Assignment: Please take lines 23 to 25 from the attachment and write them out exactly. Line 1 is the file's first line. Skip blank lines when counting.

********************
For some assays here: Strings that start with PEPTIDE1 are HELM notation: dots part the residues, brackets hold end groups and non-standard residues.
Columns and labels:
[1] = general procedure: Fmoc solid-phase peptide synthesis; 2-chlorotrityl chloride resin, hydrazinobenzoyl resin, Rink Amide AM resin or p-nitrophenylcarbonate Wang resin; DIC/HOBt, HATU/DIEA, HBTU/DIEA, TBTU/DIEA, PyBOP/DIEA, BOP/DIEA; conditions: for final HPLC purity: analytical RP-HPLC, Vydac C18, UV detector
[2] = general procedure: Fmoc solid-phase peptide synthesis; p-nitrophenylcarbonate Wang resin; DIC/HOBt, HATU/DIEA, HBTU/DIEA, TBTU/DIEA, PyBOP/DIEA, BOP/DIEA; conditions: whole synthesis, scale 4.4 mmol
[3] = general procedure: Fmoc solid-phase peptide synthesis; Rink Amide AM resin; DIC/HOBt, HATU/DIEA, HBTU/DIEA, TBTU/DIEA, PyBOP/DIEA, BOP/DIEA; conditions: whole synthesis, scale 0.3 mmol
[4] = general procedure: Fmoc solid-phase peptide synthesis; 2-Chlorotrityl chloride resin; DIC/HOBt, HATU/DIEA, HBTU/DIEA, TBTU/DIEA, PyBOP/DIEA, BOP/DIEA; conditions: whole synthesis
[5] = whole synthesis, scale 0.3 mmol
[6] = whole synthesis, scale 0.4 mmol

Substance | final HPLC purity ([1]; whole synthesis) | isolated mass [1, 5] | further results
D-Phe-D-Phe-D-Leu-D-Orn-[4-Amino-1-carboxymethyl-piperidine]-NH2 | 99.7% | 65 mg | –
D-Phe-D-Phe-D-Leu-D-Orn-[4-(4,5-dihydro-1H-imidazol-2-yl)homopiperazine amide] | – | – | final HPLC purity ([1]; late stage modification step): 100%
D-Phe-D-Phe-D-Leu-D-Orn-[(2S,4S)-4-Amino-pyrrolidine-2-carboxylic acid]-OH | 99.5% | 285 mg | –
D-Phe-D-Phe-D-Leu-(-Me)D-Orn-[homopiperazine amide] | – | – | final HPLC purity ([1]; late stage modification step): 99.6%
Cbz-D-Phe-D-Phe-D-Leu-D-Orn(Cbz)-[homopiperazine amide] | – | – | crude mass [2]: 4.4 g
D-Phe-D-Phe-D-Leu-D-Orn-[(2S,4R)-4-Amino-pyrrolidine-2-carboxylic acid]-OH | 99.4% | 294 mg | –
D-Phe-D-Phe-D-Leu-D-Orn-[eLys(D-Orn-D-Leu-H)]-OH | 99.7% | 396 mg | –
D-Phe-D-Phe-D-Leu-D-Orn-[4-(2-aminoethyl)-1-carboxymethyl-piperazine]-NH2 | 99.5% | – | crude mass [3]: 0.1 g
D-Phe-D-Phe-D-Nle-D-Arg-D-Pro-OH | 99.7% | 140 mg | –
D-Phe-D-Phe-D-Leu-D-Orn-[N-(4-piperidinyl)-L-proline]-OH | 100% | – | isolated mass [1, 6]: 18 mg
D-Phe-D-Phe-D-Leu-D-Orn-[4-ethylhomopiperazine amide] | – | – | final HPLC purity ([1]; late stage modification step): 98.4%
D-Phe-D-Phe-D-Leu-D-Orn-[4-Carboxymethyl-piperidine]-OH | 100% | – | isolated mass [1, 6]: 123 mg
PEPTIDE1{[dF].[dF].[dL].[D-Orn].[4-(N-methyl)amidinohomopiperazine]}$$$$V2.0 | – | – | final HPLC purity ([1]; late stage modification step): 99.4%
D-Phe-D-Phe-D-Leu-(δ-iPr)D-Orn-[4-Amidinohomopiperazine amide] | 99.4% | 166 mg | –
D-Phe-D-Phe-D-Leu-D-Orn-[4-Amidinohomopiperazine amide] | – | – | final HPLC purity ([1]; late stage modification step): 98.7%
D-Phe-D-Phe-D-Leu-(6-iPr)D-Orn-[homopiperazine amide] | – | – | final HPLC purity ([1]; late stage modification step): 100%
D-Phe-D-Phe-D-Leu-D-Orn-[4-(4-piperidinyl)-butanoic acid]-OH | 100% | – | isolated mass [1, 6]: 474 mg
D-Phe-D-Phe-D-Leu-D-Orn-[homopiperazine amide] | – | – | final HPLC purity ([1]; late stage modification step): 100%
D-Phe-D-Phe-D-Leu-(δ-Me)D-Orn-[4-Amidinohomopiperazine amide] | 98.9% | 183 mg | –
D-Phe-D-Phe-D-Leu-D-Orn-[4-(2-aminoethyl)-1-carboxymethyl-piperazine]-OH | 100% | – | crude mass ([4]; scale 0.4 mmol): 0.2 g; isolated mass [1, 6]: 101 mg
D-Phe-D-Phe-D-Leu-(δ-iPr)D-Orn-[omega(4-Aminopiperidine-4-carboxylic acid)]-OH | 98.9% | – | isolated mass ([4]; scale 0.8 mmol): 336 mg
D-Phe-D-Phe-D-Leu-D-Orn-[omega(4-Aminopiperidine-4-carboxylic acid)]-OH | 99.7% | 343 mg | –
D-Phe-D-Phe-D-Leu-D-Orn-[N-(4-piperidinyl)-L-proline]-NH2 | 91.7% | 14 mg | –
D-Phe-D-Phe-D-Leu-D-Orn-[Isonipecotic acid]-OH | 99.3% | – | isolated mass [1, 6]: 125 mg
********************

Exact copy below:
D-Phe-D-Phe-D-Leu-(δ-iPr)D-Orn-[4-Amidinohomopiperazine amide] | 99.4% | 166 mg | –
D-Phe-D-Phe-D-Leu-D-Orn-[4-Amidinohomopiperazine amide] | – | – | final HPLC purity ([1]; late stage modification step): 98.7%
D-Phe-D-Phe-D-Leu-(6-iPr)D-Orn-[homopiperazine amide] | – | – | final HPLC purity ([1]; late stage modification step): 100%